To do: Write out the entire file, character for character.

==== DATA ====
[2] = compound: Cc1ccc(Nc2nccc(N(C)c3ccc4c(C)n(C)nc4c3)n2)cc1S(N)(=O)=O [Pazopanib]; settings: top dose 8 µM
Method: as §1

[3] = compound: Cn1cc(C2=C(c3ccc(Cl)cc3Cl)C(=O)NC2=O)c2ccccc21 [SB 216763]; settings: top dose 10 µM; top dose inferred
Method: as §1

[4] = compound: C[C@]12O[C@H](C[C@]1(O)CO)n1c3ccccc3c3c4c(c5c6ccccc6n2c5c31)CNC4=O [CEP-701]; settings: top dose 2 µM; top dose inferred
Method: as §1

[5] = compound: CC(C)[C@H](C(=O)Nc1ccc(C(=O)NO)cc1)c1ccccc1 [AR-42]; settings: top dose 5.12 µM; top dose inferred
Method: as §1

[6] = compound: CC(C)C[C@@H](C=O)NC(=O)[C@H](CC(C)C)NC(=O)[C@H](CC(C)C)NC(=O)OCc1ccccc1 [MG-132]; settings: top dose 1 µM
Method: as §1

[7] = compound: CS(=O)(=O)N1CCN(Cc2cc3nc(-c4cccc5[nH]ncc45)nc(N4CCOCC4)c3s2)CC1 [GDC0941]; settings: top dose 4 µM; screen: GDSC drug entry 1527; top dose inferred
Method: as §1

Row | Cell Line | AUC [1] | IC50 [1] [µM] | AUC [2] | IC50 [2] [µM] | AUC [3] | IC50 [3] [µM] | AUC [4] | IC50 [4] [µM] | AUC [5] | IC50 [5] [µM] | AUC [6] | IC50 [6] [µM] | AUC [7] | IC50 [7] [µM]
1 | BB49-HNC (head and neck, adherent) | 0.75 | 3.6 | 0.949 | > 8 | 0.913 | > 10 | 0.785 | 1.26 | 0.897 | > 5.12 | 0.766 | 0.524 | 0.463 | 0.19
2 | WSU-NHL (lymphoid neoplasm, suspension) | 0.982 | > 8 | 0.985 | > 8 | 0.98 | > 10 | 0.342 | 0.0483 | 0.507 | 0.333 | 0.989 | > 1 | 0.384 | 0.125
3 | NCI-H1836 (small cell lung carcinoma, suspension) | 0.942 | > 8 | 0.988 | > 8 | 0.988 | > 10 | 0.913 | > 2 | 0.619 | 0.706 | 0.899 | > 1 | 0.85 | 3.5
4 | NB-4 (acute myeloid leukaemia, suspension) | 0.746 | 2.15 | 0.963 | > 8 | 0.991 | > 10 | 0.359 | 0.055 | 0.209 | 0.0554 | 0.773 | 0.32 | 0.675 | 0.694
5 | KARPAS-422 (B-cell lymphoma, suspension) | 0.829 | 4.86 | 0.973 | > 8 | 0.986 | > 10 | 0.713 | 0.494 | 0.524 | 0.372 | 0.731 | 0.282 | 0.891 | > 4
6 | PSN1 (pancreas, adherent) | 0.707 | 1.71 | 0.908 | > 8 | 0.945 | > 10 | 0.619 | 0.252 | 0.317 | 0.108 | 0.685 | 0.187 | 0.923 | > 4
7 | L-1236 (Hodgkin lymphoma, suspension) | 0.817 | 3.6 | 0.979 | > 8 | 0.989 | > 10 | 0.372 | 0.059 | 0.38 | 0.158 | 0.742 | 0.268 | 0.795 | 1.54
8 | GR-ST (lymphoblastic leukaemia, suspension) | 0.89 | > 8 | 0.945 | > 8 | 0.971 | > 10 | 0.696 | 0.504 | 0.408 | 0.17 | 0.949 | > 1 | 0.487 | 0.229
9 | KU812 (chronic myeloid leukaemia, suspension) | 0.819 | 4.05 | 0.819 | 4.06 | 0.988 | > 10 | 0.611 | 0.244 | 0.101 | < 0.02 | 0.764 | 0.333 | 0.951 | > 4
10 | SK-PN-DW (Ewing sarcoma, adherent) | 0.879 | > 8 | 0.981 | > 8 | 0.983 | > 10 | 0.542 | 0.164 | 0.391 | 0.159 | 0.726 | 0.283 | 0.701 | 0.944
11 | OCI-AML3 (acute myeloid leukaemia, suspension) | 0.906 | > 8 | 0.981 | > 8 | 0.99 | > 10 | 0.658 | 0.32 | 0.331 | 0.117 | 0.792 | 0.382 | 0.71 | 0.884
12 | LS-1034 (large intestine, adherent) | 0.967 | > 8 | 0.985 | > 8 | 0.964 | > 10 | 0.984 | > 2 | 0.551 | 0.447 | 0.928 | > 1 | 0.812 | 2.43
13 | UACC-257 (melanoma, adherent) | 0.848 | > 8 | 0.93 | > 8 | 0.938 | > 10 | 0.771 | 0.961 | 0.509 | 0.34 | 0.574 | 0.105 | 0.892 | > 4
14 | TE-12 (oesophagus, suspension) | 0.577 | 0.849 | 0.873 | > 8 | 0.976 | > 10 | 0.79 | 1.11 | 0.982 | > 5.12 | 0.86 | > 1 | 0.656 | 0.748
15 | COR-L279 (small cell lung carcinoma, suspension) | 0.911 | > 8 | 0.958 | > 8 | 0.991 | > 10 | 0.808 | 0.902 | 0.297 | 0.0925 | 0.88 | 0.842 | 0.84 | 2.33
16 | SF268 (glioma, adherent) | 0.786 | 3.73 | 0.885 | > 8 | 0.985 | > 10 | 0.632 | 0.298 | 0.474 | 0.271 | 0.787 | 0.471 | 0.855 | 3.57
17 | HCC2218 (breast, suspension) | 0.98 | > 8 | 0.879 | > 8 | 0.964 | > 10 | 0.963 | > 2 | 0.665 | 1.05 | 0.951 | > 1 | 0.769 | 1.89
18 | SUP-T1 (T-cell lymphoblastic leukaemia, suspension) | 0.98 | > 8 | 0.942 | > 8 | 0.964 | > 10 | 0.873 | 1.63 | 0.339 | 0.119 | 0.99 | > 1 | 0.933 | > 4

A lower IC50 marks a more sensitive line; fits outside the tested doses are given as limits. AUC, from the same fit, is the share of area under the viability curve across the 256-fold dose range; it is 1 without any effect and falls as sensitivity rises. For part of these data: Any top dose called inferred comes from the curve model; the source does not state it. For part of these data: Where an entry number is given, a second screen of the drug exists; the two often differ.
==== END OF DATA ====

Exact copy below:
[2] = compound: Cc1ccc(Nc2nccc(N(C)c3ccc4c(C)n(C)nc4c3)n2)cc1S(N)(=O)=O [Pazopanib]; settings: top dose 8 µM
Method: as §1

[3] = compound: Cn1cc(C2=C(c3ccc(Cl)cc3Cl)C(=O)NC2=O)c2ccccc21 [SB 216763]; settings: top dose 10 µM; top dose inferred
Method: as §1

[4] = compound: C[C@]12O[C@H](C[C@]1(O)CO)n1c3ccccc3c3c4c(c5c6ccccc6n2c5c31)CNC4=O [CEP-701]; settings: top dose 2 µM; top dose inferred
Method: as §1

[5] = compound: CC(C)[C@H](C(=O)Nc1ccc(C(=O)NO)cc1)c1ccccc1 [AR-42]; settings: top dose 5.12 µM; top dose inferred
Method: as §1

[6] = compound: CC(C)C[C@@H](C=O)NC(=O)[C@H](CC(C)C)NC(=O)[C@H](CC(C)C)NC(=O)OCc1ccccc1 [MG-132]; settings: top dose 1 µM
Method: as §1

[7] = compound: CS(=O)(=O)N1CCN(Cc2cc3nc(-c4cccc5[nH]ncc45)nc(N4CCOCC4)c3s2)CC1 [GDC0941]; settings: top dose 4 µM; screen: GDSC drug entry 1527; top dose inferred
Method: as §1

Row | Cell Line | AUC [1] | IC50 [1] [µM] | AUC [2] | IC50 [2] [µM] | AUC [3] | IC50 [3] [µM] | AUC [4] | IC50 [4] [µM] | AUC [5] | IC50 [5] [µM] | AUC [6] | IC50 [6] [µM] | AUC [7] | IC50 [7] [µM]
1 | BB49-HNC (head and neck, adherent) | 0.75 | 3.6 | 0.949 | > 8 | 0.913 | > 10 | 0.785 | 1.26 | 0.897 | > 5.12 | 0.766 | 0.524 | 0.463 | 0.19
2 | WSU-NHL (lymphoid neoplasm, suspension) | 0.982 | > 8 | 0.985 | > 8 | 0.98 | > 10 | 0.342 | 0.0483 | 0.507 | 0.333 | 0.989 | > 1 | 0.384 | 0.125
3 | NCI-H1836 (small cell lung carcinoma, suspension) | 0.942 | > 8 | 0.988 | > 8 | 0.988 | > 10 | 0.913 | > 2 | 0.619 | 0.706 | 0.899 | > 1 | 0.85 | 3.5
4 | NB-4 (acute myeloid leukaemia, suspension) | 0.746 | 2.15 | 0.963 | > 8 | 0.991 | > 10 | 0.359 | 0.055 | 0.209 | 0.0554 | 0.773 | 0.32 | 0.675 | 0.694
5 | KARPAS-422 (B-cell lymphoma, suspension) | 0.829 | 4.86 | 0.973 | > 8 | 0.986 | > 10 | 0.713 | 0.494 | 0.524 | 0.372 | 0.731 | 0.282 | 0.891 | > 4
6 | PSN1 (pancreas, adherent) | 0.707 | 1.71 | 0.908 | > 8 | 0.945 | > 10 | 0.619 | 0.252 | 0.317 | 0.108 | 0.685 | 0.187 | 0.923 | > 4
7 | L-1236 (Hodgkin lymphoma, suspension) | 0.817 | 3.6 | 0.979 | > 8 | 0.989 | > 10 | 0.372 | 0.059 | 0.38 | 0.158 | 0.742 | 0.268 | 0.795 | 1.54
8 | GR-ST (lymphoblastic leukaemia, suspension) | 0.89 | > 8 | 0.945 | > 8 | 0.971 | > 10 | 0.696 | 0.504 | 0.408 | 0.17 | 0.949 | > 1 | 0.487 | 0.229
9 | KU812 (chronic myeloid leukaemia, suspension) | 0.819 | 4.05 | 0.819 | 4.06 | 0.988 | > 10 | 0.611 | 0.244 | 0.101 | < 0.02 | 0.764 | 0.333 | 0.951 | > 4
10 | SK-PN-DW (Ewing sarcoma, adherent) | 0.879 | > 8 | 0.981 | > 8 | 0.983 | > 10 | 0.542 | 0.164 | 0.391 | 0.159 | 0.726 | 0.283 | 0.701 | 0.944
11 | OCI-AML3 (acute myeloid leukaemia, suspension) | 0.906 | > 8 | 0.981 | > 8 | 0.99 | > 10 | 0.658 | 0.32 | 0.331 | 0.117 | 0.792 | 0.382 | 0.71 | 0.884
12 | LS-1034 (large intestine, adherent) | 0.967 | > 8 | 0.985 | > 8 | 0.964 | > 10 | 0.984 | > 2 | 0.551 | 0.447 | 0.928 | > 1 | 0.812 | 2.43
13 | UACC-257 (melanoma, adherent) | 0.848 | > 8 | 0.93 | > 8 | 0.938 | > 10 | 0.771 | 0.961 | 0.509 | 0.34 | 0.574 | 0.105 | 0.892 | > 4
14 | TE-12 (oesophagus, suspension) | 0.577 | 0.849 | 0.873 | > 8 | 0.976 | > 10 | 0.79 | 1.11 | 0.982 | > 5.12 | 0.86 | > 1 | 0.656 | 0.748
15 | COR-L279 (small cell lung carcinoma, suspension) | 0.911 | > 8 | 0.958 | > 8 | 0.991 | > 10 | 0.808 | 0.902 | 0.297 | 0.0925 | 0.88 | 0.842 | 0.84 | 2.33
16 | SF268 (glioma, adherent) | 0.786 | 3.73 | 0.885 | > 8 | 0.985 | > 10 | 0.632 | 0.298 | 0.474 | 0.271 | 0.787 | 0.471 | 0.855 | 3.57
17 | HCC2218 (breast, suspension) | 0.98 | > 8 | 0.879 | > 8 | 0.964 | > 10 | 0.963 | > 2 | 0.665 | 1.05 | 0.951 | > 1 | 0.769 | 1.89
18 | SUP-T1 (T-cell lymphoblastic leukaemia, suspension) | 0.98 | > 8 | 0.942 | > 8 | 0.964 | > 10 | 0.873 | 1.63 | 0.339 | 0.119 | 0.99 | > 1 | 0.933 | > 4

A lower IC50 marks a more sensitive line; fits outside the tested doses are given as limits. AUC, from the same fit, is the share of area under the viability curve across the 256-fold dose range; it is 1 without any effect and falls as sensitivity rises. For part of these data: Any top dose called inferred comes from the curve model; the source does not state it. For part of these data: Where an entry number is given, a second screen of the drug exists; the two often differ.